In reflecting on his pre-Service Roundtable days, Matt Michel doesn’t mind saying that he often found himself learning as he went along, figuring things out on his own. But each step along the way was a valuable learning experience that he would draw upon later.
Next came a stint with Lennox, where he instituted some beneficial improvements to the Lennox manufacturing process. This was followed by a series of promotions within the Lennox marketing department.
Following Lennox, Michel led the VAV terminal unit business for Titus. Over time, he helped oversee the reintroduction of the entire Titus air handling product line.
Next came the decision that would lead Matt Michel into the business of working directly with contractors, as the head of franchise development for The Dwyer Group’s Aire Serve chain.
In reflecting on his pre-Service Roundtable days, Michel doesn’t mind admitting that he often found himself learning as he went along, figuring things out on his own. Some would call that initiative; others, perhaps, just a keen knack for survival. But each step along the way was a valuable learning experience that he would draw upon later.
For example, his manufacturing and automation experience, showed him the importance of thinking in terms of systems. Later, a “systems” approach was instrumental in the design of the Service Roundtable and the Service Nation Alliance. He adds: “In addition, automation necessitates simplification. Things must be simplified before they can be automated. When the Service Roundtable was created, everything was simplified as much as possible prior to coding. So, even though I didn’t stay in manufacturing long, I applied my manufacturing training to each business venture I was involved in.”
He joined Decision Analyst in 1996, as an analyst of the high-tech and telecommunications industries, which brought him into frequent contact with HVAC clients. While with Decision Analyst, Michel developed the American Home Comfort Survey, an important barometer of consumer HVAC needs, preferences and buying habits.
The mission of The Service Roundtable remains the same: to help contractors improve their business and financial performance, leading to a profitable exit strategy; and, to help improve the fortunes of the small contractor, who is underserved and overwhelmed.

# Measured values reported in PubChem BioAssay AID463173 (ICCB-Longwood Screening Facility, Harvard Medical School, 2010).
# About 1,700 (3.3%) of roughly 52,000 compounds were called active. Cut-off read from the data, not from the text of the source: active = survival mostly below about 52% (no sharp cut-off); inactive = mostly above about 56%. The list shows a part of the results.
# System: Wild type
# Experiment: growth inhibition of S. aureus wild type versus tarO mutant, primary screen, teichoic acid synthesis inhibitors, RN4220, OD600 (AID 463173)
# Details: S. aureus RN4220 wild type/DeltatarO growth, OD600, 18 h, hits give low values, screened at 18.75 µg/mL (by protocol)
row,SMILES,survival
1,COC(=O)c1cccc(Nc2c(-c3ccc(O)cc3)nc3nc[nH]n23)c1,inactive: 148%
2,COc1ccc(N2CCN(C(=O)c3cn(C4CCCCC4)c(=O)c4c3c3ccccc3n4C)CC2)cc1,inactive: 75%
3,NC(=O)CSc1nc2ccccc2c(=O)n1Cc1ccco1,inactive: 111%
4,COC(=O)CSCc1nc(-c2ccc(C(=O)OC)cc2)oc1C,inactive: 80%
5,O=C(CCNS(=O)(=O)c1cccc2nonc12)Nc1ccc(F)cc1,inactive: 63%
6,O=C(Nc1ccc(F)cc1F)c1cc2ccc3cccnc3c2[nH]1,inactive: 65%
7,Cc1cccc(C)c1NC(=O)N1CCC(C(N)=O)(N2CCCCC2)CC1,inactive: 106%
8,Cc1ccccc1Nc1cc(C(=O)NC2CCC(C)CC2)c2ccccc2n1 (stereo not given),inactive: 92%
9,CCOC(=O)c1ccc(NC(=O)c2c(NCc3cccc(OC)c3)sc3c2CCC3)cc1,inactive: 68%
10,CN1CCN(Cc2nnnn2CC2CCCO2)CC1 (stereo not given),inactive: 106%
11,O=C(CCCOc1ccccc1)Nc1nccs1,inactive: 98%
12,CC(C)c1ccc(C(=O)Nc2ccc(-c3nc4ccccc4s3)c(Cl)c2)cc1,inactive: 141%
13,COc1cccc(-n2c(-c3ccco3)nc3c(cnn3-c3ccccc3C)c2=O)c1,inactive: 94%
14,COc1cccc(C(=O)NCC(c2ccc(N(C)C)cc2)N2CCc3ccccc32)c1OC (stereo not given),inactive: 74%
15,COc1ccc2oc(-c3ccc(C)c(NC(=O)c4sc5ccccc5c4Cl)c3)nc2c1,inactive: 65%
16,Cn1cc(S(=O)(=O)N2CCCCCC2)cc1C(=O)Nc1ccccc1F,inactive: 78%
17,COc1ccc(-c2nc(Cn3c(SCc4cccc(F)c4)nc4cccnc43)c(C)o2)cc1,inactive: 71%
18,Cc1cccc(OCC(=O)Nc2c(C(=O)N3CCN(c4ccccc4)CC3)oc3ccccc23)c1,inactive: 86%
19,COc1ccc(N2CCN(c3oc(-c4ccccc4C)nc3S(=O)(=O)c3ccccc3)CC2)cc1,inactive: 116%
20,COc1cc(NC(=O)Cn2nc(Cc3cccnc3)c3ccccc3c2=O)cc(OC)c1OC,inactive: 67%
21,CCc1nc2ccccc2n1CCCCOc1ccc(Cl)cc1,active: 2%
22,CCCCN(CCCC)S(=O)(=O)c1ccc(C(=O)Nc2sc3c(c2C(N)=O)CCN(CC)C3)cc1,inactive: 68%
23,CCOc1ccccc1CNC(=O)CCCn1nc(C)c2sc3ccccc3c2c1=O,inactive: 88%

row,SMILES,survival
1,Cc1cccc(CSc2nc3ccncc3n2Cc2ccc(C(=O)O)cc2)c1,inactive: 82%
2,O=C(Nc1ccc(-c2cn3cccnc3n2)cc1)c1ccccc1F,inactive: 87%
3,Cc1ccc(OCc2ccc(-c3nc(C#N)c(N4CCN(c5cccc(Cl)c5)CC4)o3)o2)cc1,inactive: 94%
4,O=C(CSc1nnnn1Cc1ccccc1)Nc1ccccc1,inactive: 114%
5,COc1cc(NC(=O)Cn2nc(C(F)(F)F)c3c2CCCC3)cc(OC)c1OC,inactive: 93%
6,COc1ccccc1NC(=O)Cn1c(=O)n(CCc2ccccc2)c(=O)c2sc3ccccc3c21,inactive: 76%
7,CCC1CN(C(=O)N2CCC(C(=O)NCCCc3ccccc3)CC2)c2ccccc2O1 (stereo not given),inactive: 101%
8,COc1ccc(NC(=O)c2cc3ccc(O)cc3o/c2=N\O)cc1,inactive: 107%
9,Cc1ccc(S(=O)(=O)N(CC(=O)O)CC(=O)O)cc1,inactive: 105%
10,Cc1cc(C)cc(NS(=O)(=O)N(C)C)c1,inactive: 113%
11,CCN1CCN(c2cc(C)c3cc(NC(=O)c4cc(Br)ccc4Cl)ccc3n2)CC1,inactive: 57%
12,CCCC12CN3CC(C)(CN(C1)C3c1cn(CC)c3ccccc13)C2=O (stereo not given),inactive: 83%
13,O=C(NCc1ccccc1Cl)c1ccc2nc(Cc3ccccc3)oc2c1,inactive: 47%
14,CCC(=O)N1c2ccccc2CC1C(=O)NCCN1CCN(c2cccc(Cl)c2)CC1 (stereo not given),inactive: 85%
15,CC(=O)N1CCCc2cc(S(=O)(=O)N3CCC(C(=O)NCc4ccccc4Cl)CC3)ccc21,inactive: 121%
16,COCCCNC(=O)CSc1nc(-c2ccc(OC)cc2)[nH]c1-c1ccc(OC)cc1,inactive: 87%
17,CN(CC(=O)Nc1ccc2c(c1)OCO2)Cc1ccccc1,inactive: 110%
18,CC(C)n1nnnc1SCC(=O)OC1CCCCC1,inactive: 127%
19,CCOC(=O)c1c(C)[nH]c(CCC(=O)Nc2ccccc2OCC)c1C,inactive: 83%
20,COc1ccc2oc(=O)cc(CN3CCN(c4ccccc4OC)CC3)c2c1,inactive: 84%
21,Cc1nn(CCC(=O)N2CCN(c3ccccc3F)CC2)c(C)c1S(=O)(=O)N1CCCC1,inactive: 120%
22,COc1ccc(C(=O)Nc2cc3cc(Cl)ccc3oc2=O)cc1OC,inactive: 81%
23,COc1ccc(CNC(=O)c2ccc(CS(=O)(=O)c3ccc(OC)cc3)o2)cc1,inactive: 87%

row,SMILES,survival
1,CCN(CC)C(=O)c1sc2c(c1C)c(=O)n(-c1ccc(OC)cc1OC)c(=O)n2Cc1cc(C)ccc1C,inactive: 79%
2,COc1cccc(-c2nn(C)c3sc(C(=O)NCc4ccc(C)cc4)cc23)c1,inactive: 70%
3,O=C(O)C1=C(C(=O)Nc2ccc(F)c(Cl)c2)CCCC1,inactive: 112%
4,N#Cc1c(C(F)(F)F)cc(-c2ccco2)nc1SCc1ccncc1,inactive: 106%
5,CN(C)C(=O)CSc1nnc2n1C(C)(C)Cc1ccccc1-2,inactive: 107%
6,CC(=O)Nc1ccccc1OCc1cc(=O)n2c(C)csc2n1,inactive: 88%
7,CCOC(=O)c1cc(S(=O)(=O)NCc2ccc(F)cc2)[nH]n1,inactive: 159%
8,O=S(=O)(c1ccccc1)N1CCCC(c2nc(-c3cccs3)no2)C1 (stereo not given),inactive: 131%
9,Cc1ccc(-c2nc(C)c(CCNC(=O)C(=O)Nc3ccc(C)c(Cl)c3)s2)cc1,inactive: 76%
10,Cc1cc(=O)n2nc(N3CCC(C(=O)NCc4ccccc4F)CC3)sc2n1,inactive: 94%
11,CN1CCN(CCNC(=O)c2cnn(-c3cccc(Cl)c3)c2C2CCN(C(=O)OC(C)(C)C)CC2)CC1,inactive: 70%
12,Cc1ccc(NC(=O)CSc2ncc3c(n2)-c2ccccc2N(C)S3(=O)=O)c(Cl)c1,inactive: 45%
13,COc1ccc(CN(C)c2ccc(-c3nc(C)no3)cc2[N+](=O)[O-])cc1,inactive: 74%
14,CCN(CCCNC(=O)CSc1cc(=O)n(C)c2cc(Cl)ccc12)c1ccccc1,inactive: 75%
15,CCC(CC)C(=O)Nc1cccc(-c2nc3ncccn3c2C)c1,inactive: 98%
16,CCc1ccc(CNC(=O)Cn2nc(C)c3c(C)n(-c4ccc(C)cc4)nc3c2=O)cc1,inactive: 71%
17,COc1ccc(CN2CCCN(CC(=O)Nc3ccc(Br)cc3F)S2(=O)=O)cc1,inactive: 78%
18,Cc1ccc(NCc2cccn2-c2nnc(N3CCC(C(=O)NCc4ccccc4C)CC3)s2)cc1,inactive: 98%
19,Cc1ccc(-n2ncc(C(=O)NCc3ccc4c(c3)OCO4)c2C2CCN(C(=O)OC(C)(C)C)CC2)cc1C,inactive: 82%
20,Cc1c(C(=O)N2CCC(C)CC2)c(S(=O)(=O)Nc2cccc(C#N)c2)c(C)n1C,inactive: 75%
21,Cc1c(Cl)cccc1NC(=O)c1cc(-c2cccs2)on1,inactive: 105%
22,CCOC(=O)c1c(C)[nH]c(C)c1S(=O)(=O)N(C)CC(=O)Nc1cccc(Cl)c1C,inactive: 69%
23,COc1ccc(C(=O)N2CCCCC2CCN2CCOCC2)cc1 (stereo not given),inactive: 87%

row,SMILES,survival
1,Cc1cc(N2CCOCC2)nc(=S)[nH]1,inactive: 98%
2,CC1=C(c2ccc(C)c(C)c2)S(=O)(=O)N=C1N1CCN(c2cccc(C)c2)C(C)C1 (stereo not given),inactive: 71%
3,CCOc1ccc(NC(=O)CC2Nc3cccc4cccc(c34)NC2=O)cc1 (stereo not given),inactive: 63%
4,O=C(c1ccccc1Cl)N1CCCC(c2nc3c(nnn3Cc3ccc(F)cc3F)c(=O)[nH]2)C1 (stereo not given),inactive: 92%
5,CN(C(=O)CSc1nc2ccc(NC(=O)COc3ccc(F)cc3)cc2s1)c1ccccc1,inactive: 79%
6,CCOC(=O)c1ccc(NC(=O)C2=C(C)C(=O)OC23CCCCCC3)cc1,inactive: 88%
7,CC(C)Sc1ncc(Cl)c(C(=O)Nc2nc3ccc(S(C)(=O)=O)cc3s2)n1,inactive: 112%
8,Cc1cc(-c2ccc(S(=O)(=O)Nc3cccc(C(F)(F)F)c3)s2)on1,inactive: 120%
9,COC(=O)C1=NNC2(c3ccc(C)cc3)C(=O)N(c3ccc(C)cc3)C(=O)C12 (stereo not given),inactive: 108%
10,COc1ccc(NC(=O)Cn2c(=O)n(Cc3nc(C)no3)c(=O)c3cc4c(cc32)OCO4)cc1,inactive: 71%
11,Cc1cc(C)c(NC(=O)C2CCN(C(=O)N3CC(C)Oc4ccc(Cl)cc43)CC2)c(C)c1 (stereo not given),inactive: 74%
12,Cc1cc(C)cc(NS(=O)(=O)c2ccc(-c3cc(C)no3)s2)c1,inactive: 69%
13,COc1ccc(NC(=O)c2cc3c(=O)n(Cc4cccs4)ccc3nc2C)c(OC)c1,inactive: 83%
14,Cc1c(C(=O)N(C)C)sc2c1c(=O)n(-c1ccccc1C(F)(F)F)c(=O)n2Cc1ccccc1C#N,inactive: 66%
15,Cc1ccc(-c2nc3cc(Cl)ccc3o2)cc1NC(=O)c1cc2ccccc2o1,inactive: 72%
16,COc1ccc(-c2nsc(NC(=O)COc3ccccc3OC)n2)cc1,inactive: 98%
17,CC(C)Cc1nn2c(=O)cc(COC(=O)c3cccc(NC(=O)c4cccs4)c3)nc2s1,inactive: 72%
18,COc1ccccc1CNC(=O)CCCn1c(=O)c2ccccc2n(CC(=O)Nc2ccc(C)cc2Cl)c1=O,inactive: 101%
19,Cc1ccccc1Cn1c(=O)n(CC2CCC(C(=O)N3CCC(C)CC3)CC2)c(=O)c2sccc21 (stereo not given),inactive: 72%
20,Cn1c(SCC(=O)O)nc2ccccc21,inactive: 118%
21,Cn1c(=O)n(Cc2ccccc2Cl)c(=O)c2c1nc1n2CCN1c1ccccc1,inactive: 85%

During all of his career stops, the idea for the Service Roundtable began to take shape. And then, it happened.
“One Saturday, I sat down with a group of investors, contractors, and consultants, at the offices of Callahan Roach, to brainstorm the industry and the future. I had come up with this idea, and was trying to shop it, and obtain financing.” The financing and support he sought from leading HVAC industry professionals came through, and in 2002, the Service Nation Alliance was born.
And today, the mission of its Service Roundtable division, based in Lewisville, Tx., remains the same: to help contractors improve their business and financial performance, leading to a profitable exit strategy; and, to help improve the fortunes of the small contractor, who is underserved and overwhelmed.
Praise for the Team
Matt Michel never forgets how much he owes to the Service Roundtable support team.
“I’ve been most fortunate in being able to hire above myself,” he says. “The team here is exceptional and talented, and they work hard. I’m blessed to work with these people. I can take off for awhile, as I did earlier this year, when I was gone for the better part of two months, and the company never misses a beat.”
Every event or contractor-support idea developed by The Service Roundtable team is based on an overarching concern for the contractor.
Every event or contractor-support idea developed by the Service Roundtable team is based on an overarching concern for the contractor. It shines through the organization’s employees, website, summit meetings, and in the Service Roundtable aisle at the Comfortech Show, where the Service Roundtable consistently registers the largest affinity group attendance figures.